That’s the kind of journey it has been with Ayers, a homeless skid-row musician I met in 2005. He’s taken me places I’d never been to, like the White House, where he performed at the invitation of the Obama administration. And he’s made connections for me with mental health advocates.
People such as Preis, who will be honored this month by the Mental Health Advocacy Services nonprofit he ran for nearly 40 years. And L.A. Philharmonic musician Gupta, the recipient Thursday of a MacArthur Foundation genius grant honoring his nonprofit Street Symphony, which takes classical music to prisons, mental health clinics and shelters. Gupta was chosen for “bringing beauty, respite and purpose to those all too often ignored by society.”
A few days ago, when I visited Ayers at the mental health rehabilitation center where he lives, he told me he was on an Andre Watts jag and couldn’t get enough of the classical pianist. I got out my phone, as I often do during our visits, and asked Ayers what he wanted to hear. The Liszt Sonata in B Minor, he said. So we watched Watts hammer that for a while before Ayers asked if I could find a video of Watts playing the Rachmaninoff Piano Concerto No. 2.
The man never ceases to amaze.
Thanks to Ayers’ willingness to let me write about him, Preis and his nonprofit honored us at their 2008 gala.
Ten years later, the gala is scheduled for later this month, and as I said, this time the honoree is Preis himself. He is retiring after four decades of defending the rights of those with disabilities and mental illness. But several days ago, I learned from Bob Sipchen — my former editor and a close friend of Preis’ — that Jim is fighting the spread of cancer and is worried he might not be able to attend the event.
Sipchen and Alex Raksin won the Pulitzer Prize in 2002 for a series of Times editorials on solutions to people living on the streets with mental illness and addiction. Back then, Sipchen learned that Preis was a national authority with firm convictions but a civil nature, even if he disagreed with you.
“Our editorials wound up advocating for, among other things, expanding the way that people with mental illness could be involuntarily committed. Jim remains passionate in his belief that on this point we were wrong,” Sipchen said.
Sipchen admired the way in which Preis and his team fought for equal protection of everyone, including those “too ill or poor to take the fight to the courts or legislatures themselves.” In recent weeks, Sipchen was inspired by “the courage and dignity” with which Preis faced his own disabilities, such as “getting in and out of a car on cancer-withered legs. … I suspect his attitude stems from him always seeing the dignity in the people he works to help.”
Elyn Saks, the USC law professor who wrote about her own struggles with schizophrenia in the book “The Center Cannot Hold,” said Preis — her faculty mate at USC — has fought ferociously to make sure the wishes of patients are heard.
“He really wanted to find alternatives to hospitalization so people would be neither institutionalized nor living on the streets,” Saks said.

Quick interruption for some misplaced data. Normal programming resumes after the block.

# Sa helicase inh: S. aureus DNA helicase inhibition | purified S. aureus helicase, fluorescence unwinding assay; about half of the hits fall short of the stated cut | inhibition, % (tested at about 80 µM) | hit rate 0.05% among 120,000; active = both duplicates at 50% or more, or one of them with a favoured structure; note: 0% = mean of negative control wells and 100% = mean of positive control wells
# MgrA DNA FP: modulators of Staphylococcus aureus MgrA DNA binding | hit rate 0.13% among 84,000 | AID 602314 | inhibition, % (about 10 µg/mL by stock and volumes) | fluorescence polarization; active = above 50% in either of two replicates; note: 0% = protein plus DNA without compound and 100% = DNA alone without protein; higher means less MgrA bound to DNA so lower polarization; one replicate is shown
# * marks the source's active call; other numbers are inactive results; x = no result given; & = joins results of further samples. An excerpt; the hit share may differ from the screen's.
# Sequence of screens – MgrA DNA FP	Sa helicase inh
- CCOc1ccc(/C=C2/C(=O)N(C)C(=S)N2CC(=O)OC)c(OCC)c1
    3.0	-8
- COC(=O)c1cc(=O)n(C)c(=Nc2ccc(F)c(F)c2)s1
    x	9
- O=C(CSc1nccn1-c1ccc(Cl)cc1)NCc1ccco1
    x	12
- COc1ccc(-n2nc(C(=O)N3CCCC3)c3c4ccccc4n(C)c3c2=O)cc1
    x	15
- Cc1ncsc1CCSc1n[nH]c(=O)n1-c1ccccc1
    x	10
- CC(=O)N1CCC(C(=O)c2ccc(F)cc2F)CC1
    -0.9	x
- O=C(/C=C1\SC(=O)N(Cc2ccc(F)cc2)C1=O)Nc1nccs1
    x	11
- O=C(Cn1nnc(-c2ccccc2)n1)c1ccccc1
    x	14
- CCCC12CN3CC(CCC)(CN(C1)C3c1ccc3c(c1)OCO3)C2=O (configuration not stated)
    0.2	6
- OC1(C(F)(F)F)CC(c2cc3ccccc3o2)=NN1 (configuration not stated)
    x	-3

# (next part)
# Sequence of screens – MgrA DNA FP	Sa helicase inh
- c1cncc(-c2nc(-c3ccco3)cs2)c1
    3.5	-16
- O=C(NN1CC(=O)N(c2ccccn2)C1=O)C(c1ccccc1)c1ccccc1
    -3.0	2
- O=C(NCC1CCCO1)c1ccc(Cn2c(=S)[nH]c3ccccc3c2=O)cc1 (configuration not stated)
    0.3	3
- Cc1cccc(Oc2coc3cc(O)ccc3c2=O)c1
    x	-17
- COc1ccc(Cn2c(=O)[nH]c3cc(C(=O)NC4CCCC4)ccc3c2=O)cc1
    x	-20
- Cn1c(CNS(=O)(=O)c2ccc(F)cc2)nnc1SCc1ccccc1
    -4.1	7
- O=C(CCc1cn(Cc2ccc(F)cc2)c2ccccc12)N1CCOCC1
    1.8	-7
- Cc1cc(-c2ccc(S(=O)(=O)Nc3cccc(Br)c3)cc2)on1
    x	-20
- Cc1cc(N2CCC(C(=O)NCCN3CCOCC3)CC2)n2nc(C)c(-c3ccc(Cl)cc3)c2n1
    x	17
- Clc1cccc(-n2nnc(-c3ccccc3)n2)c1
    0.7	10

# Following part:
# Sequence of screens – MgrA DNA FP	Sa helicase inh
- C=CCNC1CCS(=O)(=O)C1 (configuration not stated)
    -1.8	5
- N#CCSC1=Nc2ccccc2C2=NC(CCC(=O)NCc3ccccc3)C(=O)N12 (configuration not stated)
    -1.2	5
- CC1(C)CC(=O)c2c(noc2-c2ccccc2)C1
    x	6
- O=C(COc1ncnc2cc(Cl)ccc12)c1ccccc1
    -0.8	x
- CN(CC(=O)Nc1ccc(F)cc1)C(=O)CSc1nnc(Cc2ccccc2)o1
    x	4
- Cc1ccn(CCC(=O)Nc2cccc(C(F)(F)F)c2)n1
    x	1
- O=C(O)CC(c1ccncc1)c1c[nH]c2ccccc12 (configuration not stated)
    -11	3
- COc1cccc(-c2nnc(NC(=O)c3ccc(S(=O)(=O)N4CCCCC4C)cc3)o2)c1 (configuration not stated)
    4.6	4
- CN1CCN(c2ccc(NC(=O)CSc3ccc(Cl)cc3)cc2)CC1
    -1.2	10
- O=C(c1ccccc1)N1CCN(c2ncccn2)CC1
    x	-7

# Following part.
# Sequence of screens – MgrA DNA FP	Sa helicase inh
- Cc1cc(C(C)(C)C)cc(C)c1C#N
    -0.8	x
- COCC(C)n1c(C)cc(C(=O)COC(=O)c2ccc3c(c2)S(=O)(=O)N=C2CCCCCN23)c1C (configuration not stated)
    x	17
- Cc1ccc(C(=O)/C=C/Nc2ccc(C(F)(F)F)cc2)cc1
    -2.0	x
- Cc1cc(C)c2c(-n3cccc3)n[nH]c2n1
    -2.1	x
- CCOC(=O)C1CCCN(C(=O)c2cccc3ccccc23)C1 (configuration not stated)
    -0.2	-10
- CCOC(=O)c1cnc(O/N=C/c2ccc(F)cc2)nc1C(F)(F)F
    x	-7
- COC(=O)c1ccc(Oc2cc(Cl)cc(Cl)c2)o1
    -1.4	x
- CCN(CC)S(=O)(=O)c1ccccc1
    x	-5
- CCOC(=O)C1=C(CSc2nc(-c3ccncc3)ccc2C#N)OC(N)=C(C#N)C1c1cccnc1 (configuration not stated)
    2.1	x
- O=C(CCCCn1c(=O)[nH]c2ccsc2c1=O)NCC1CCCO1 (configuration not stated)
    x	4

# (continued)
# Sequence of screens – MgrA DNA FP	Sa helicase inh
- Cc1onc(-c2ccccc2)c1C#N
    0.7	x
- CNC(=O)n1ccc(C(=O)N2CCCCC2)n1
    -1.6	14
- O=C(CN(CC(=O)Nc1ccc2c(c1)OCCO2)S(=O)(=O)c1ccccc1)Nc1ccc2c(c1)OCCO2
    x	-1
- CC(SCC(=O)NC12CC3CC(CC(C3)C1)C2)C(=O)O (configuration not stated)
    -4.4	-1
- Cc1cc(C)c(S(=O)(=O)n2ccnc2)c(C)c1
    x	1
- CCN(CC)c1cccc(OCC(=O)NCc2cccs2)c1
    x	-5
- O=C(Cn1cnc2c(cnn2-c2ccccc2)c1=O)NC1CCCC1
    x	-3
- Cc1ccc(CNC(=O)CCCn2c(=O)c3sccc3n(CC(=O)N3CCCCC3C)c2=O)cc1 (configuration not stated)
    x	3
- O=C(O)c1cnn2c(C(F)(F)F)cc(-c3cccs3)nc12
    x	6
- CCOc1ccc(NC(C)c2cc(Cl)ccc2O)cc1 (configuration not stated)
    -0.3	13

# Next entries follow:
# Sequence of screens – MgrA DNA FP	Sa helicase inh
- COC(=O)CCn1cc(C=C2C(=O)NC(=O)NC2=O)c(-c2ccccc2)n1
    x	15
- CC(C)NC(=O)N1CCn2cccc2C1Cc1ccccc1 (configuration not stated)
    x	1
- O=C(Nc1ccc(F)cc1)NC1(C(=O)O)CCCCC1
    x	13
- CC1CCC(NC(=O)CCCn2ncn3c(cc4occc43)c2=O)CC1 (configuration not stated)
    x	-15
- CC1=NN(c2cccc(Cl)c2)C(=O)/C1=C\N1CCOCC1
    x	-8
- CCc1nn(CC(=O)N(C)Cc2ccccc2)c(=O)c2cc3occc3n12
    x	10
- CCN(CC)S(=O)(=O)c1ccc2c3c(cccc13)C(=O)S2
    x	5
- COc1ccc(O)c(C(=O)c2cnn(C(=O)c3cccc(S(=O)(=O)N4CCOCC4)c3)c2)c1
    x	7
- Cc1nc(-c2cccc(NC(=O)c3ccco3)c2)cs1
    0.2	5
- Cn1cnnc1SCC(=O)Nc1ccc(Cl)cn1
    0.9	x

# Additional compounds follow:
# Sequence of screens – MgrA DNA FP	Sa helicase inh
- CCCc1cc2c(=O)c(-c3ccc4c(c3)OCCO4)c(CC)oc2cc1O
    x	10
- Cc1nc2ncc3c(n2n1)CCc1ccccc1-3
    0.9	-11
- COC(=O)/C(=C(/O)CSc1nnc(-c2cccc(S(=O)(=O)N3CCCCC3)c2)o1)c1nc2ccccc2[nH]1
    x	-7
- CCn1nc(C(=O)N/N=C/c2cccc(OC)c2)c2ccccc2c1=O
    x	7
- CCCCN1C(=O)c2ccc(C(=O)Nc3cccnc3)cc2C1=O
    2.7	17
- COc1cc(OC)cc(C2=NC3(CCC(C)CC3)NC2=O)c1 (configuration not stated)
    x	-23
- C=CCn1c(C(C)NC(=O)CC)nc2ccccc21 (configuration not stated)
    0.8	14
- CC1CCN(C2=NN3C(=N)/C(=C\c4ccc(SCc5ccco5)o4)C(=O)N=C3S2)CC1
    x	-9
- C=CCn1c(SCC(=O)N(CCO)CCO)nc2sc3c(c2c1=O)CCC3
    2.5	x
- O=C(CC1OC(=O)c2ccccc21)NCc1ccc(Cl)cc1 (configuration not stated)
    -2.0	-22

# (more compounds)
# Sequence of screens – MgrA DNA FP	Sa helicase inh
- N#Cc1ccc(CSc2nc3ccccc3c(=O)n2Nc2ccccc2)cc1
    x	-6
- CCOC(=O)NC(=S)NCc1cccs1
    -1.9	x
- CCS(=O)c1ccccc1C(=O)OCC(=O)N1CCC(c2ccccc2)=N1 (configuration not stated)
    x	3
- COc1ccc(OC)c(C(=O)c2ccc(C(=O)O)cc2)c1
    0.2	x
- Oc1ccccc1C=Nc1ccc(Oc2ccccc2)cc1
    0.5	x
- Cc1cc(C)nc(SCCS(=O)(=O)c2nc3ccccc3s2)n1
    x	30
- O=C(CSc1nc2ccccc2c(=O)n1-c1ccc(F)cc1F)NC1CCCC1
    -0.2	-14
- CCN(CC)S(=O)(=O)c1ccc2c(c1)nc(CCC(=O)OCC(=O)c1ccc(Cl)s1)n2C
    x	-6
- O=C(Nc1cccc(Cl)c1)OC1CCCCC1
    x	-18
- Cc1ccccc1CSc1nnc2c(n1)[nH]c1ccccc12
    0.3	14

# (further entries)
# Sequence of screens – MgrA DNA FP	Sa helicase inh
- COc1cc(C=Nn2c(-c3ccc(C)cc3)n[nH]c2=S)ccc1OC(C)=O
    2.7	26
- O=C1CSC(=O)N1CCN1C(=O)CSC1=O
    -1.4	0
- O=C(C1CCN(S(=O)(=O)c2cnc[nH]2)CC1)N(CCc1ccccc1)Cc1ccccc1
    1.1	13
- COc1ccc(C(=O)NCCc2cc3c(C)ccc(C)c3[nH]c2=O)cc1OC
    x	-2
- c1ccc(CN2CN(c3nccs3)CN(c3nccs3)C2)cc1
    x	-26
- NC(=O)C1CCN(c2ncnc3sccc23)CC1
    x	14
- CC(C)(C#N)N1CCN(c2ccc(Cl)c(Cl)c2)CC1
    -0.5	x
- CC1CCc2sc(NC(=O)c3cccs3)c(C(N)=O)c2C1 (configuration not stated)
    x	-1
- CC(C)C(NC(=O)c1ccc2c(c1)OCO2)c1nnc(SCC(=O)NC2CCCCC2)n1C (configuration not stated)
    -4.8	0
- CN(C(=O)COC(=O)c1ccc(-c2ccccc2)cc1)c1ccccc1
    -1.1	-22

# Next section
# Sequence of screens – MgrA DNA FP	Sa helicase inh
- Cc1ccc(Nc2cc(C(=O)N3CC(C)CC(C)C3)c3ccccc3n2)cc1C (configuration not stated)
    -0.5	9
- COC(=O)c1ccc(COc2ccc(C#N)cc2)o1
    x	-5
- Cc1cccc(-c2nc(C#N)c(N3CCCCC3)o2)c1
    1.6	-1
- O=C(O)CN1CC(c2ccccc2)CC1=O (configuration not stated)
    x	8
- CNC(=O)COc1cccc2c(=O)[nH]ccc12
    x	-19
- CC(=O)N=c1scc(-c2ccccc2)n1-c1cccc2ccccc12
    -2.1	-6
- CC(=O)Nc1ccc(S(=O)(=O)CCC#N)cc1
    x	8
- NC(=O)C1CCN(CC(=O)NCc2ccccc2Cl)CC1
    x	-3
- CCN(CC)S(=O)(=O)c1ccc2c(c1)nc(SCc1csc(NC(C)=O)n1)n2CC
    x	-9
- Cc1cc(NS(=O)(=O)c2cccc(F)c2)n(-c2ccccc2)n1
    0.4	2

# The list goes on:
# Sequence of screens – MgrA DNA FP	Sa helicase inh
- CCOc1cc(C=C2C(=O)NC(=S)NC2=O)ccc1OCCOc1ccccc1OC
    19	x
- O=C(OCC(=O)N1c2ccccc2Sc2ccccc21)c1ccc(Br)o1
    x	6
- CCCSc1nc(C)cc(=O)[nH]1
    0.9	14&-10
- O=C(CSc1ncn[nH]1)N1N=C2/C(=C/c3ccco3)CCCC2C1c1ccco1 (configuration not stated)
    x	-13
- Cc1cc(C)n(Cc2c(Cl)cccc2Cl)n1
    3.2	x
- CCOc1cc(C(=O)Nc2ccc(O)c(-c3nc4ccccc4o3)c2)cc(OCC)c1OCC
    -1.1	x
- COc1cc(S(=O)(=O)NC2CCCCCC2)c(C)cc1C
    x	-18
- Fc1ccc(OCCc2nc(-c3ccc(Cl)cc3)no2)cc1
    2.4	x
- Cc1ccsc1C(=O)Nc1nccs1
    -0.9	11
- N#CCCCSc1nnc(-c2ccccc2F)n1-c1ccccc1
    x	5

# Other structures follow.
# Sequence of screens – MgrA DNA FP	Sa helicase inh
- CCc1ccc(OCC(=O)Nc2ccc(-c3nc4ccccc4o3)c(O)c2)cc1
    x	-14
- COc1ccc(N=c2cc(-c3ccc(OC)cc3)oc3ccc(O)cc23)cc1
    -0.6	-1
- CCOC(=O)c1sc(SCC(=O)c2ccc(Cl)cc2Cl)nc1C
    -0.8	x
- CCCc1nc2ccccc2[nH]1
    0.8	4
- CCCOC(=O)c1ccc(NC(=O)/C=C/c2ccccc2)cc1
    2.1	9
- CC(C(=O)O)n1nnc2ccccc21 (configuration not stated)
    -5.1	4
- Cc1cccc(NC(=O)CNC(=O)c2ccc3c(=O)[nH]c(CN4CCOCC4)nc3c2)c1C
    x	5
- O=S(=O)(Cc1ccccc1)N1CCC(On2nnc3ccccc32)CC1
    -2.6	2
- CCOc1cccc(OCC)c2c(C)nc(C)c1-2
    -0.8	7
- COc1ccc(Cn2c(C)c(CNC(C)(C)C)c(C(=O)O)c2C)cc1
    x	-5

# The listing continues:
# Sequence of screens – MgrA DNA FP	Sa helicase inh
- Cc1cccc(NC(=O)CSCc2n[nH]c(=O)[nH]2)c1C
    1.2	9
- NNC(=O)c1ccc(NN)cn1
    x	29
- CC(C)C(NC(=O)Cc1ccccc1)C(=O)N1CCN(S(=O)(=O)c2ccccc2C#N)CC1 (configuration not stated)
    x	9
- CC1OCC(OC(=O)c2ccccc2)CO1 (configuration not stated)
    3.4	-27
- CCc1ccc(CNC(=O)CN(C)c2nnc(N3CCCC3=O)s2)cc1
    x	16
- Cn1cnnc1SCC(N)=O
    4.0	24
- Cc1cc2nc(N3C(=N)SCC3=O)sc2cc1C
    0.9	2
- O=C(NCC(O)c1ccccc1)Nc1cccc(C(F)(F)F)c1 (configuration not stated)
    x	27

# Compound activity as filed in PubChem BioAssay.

I went to the hospital Friday morning to visit Preis, but he was too sedated for us to have a conversation. His wife, Debbie, daughter Annie and son John were at his side, hoping doctors could stabilize him so he could begin immunotherapy treatment.
“He made very clear the best thing you could do with your life’s work was public service,” said Annie, a U.S. Navy lawyer. John is on that same track after serving as a nuclear engineer in the Navy.
In the hospital waiting room, John worked on a Facebook tribute to his father, saying the only thing his dad was never good at was raising enough money for the nonprofit to meet a growing demand for help.
“I only hope I can tell him before he goes that his life’s work is on sturdy footing,” John wrote, calling attention to the fundraising tribute to his father later this month.
I’m humbled by people like Preis, and by Gupta. I’d left him a message, congratulating him on the MacArthur award, and he called back as I was leaving the hospital Friday.
“I am elated,” he said during intermission of a Disney Hall concert in which he was performing.
I met Gupta in 2007 in the office of Adam Crane, who was then communications director for the L.A. Phil. Gupta was only 19, and said he’d had trouble deciding between music and a career in neuroscience, with a focus on brain disorders.
I introduced him to Ayers, they clicked, and Gupta was happy to offer violin pointers. Inspired by Ayers’ passion for music, Gupta and Crane teamed up to start Street Symphony, operating on the principle that great art shouldn’t be available only to a privileged minority, even as thousands of less fortunate people sprawl on city streets below Disney Hall.
Since 2011, said Gupta, there have been roughly 500 concerts involving about 100 musicians, including everyone from L.A. Phil performers to Colburn School students and skid-row residents.
“I haven’t made plans yet” as to what to do with the $625,000 grant, Gupta said. “But I feel absolutely that the work of Street Symphony is just beginning.”
His immediate goals are to have more concerts in more locations, including performances of Messiah in women’s prisons, and to hire more skid-row residents to the nonprofit staff.
Gupta threw a nod to Ayers, saying this might never have happened without his inspiration. When I called Ayers to tell him that on Friday, he was thrilled for Gupta, and wanted to know when the violinist could visit the mental hospital and give him another lesson.
Hang in there, Mr. Ayers, it’ll be soon, I’m sure.
Keep sawing away, Vijay Gupta.
And thank you, Jim Preis. The impact of your tireless devotion to a noble cause is incalculable.